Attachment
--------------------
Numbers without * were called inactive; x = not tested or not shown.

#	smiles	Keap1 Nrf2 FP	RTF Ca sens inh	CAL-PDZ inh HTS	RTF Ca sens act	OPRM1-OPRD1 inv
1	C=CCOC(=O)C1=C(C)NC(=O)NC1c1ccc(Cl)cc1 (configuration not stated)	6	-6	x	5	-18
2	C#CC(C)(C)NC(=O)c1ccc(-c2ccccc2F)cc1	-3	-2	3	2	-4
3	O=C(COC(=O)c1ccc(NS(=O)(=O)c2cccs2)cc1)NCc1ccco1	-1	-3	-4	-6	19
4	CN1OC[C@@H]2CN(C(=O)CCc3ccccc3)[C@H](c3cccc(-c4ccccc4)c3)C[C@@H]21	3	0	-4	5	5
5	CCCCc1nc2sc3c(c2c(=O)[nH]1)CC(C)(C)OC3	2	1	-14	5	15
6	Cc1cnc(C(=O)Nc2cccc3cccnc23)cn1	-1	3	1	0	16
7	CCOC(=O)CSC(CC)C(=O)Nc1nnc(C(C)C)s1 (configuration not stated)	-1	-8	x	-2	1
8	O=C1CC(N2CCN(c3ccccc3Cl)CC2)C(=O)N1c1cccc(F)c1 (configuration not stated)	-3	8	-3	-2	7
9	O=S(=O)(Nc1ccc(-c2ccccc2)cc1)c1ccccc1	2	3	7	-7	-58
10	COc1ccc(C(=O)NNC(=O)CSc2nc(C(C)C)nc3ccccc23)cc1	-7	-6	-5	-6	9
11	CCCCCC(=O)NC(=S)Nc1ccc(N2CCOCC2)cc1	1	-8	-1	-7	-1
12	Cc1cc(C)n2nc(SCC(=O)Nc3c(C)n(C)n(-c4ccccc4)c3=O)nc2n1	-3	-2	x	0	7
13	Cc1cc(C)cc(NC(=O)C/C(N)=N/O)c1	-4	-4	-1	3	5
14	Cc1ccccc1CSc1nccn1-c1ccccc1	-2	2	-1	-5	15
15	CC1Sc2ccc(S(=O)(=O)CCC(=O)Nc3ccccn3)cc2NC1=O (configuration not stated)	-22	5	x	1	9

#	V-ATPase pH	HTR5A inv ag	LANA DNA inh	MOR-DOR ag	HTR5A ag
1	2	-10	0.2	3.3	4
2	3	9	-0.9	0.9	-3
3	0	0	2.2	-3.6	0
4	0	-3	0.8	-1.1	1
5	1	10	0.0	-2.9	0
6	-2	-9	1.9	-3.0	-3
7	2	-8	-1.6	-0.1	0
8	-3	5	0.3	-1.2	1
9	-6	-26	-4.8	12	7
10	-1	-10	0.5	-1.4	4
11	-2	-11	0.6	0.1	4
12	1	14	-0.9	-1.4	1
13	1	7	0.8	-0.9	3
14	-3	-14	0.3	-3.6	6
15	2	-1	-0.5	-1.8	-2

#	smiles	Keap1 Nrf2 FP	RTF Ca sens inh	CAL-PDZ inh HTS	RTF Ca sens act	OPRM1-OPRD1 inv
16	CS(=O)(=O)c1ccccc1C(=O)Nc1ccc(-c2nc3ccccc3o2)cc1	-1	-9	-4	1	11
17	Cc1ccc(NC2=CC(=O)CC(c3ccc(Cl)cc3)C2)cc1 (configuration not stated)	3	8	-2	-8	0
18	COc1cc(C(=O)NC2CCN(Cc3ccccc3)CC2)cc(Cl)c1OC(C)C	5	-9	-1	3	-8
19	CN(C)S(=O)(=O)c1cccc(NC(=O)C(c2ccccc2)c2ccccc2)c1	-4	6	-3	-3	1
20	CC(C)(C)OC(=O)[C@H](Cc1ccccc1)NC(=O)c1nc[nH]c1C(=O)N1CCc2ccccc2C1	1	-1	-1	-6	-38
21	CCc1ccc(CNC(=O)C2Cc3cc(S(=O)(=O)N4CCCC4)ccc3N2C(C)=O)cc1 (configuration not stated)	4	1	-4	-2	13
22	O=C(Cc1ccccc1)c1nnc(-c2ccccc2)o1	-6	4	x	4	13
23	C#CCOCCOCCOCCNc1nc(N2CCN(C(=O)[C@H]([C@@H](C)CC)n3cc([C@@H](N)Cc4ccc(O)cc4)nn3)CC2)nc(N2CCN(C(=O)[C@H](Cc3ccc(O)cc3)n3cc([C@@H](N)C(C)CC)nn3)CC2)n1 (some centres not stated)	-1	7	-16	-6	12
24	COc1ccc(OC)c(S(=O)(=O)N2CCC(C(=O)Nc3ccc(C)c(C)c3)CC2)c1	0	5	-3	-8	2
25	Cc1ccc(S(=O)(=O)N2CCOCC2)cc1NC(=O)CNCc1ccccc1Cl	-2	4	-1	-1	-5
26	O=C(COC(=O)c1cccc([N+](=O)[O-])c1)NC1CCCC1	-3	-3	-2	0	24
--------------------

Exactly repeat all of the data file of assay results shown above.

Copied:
Numbers without * were called inactive; x = not tested or not shown.

#	smiles	Keap1 Nrf2 FP	RTF Ca sens inh	CAL-PDZ inh HTS	RTF Ca sens act	OPRM1-OPRD1 inv
1	C=CCOC(=O)C1=C(C)NC(=O)NC1c1ccc(Cl)cc1 (configuration not stated)	6	-6	x	5	-18
2	C#CC(C)(C)NC(=O)c1ccc(-c2ccccc2F)cc1	-3	-2	3	2	-4
3	O=C(COC(=O)c1ccc(NS(=O)(=O)c2cccs2)cc1)NCc1ccco1	-1	-3	-4	-6	19
4	CN1OC[C@@H]2CN(C(=O)CCc3ccccc3)[C@H](c3cccc(-c4ccccc4)c3)C[C@@H]21	3	0	-4	5	5
5	CCCCc1nc2sc3c(c2c(=O)[nH]1)CC(C)(C)OC3	2	1	-14	5	15
6	Cc1cnc(C(=O)Nc2cccc3cccnc23)cn1	-1	3	1	0	16
7	CCOC(=O)CSC(CC)C(=O)Nc1nnc(C(C)C)s1 (configuration not stated)	-1	-8	x	-2	1
8	O=C1CC(N2CCN(c3ccccc3Cl)CC2)C(=O)N1c1cccc(F)c1 (configuration not stated)	-3	8	-3	-2	7
9	O=S(=O)(Nc1ccc(-c2ccccc2)cc1)c1ccccc1	2	3	7	-7	-58
10	COc1ccc(C(=O)NNC(=O)CSc2nc(C(C)C)nc3ccccc23)cc1	-7	-6	-5	-6	9
11	CCCCCC(=O)NC(=S)Nc1ccc(N2CCOCC2)cc1	1	-8	-1	-7	-1
12	Cc1cc(C)n2nc(SCC(=O)Nc3c(C)n(C)n(-c4ccccc4)c3=O)nc2n1	-3	-2	x	0	7
13	Cc1cc(C)cc(NC(=O)C/C(N)=N/O)c1	-4	-4	-1	3	5
14	Cc1ccccc1CSc1nccn1-c1ccccc1	-2	2	-1	-5	15
15	CC1Sc2ccc(S(=O)(=O)CCC(=O)Nc3ccccn3)cc2NC1=O (configuration not stated)	-22	5	x	1	9

#	V-ATPase pH	HTR5A inv ag	LANA DNA inh	MOR-DOR ag	HTR5A ag
1	2	-10	0.2	3.3	4
2	3	9	-0.9	0.9	-3
3	0	0	2.2	-3.6	0
4	0	-3	0.8	-1.1	1
5	1	10	0.0	-2.9	0
6	-2	-9	1.9	-3.0	-3
7	2	-8	-1.6	-0.1	0
8	-3	5	0.3	-1.2	1
9	-6	-26	-4.8	12	7
10	-1	-10	0.5	-1.4	4
11	-2	-11	0.6	0.1	4
12	1	14	-0.9	-1.4	1
13	1	7	0.8	-0.9	3
14	-3	-14	0.3	-3.6	6
15	2	-1	-0.5	-1.8	-2

#	smiles	Keap1 Nrf2 FP	RTF Ca sens inh	CAL-PDZ inh HTS	RTF Ca sens act	OPRM1-OPRD1 inv
16	CS(=O)(=O)c1ccccc1C(=O)Nc1ccc(-c2nc3ccccc3o2)cc1	-1	-9	-4	1	11
17	Cc1ccc(NC2=CC(=O)CC(c3ccc(Cl)cc3)C2)cc1 (configuration not stated)	3	8	-2	-8	0
18	COc1cc(C(=O)NC2CCN(Cc3ccccc3)CC2)cc(Cl)c1OC(C)C	5	-9	-1	3	-8
19	CN(C)S(=O)(=O)c1cccc(NC(=O)C(c2ccccc2)c2ccccc2)c1	-4	6	-3	-3	1
20	CC(C)(C)OC(=O)[C@H](Cc1ccccc1)NC(=O)c1nc[nH]c1C(=O)N1CCc2ccccc2C1	1	-1	-1	-6	-38
21	CCc1ccc(CNC(=O)C2Cc3cc(S(=O)(=O)N4CCCC4)ccc3N2C(C)=O)cc1 (configuration not stated)	4	1	-4	-2	13
22	O=C(Cc1ccccc1)c1nnc(-c2ccccc2)o1	-6	4	x	4	13
23	C#CCOCCOCCOCCNc1nc(N2CCN(C(=O)[C@H]([C@@H](C)CC)n3cc([C@@H](N)Cc4ccc(O)cc4)nn3)CC2)nc(N2CCN(C(=O)[C@H](Cc3ccc(O)cc3)n3cc([C@@H](N)C(C)CC)nn3)CC2)n1 (some centres not stated)	-1	7	-16	-6	12
24	COc1ccc(OC)c(S(=O)(=O)N2CCC(C(=O)Nc3ccc(C)c(C)c3)CC2)c1	0	5	-3	-8	2
25	Cc1ccc(S(=O)(=O)N2CCOCC2)cc1NC(=O)CNCc1ccccc1Cl	-2	4	-1	-1	-5
26	O=C(COC(=O)c1cccc([N+](=O)[O-])c1)NC1CCCC1	-3	-3	-2	0	24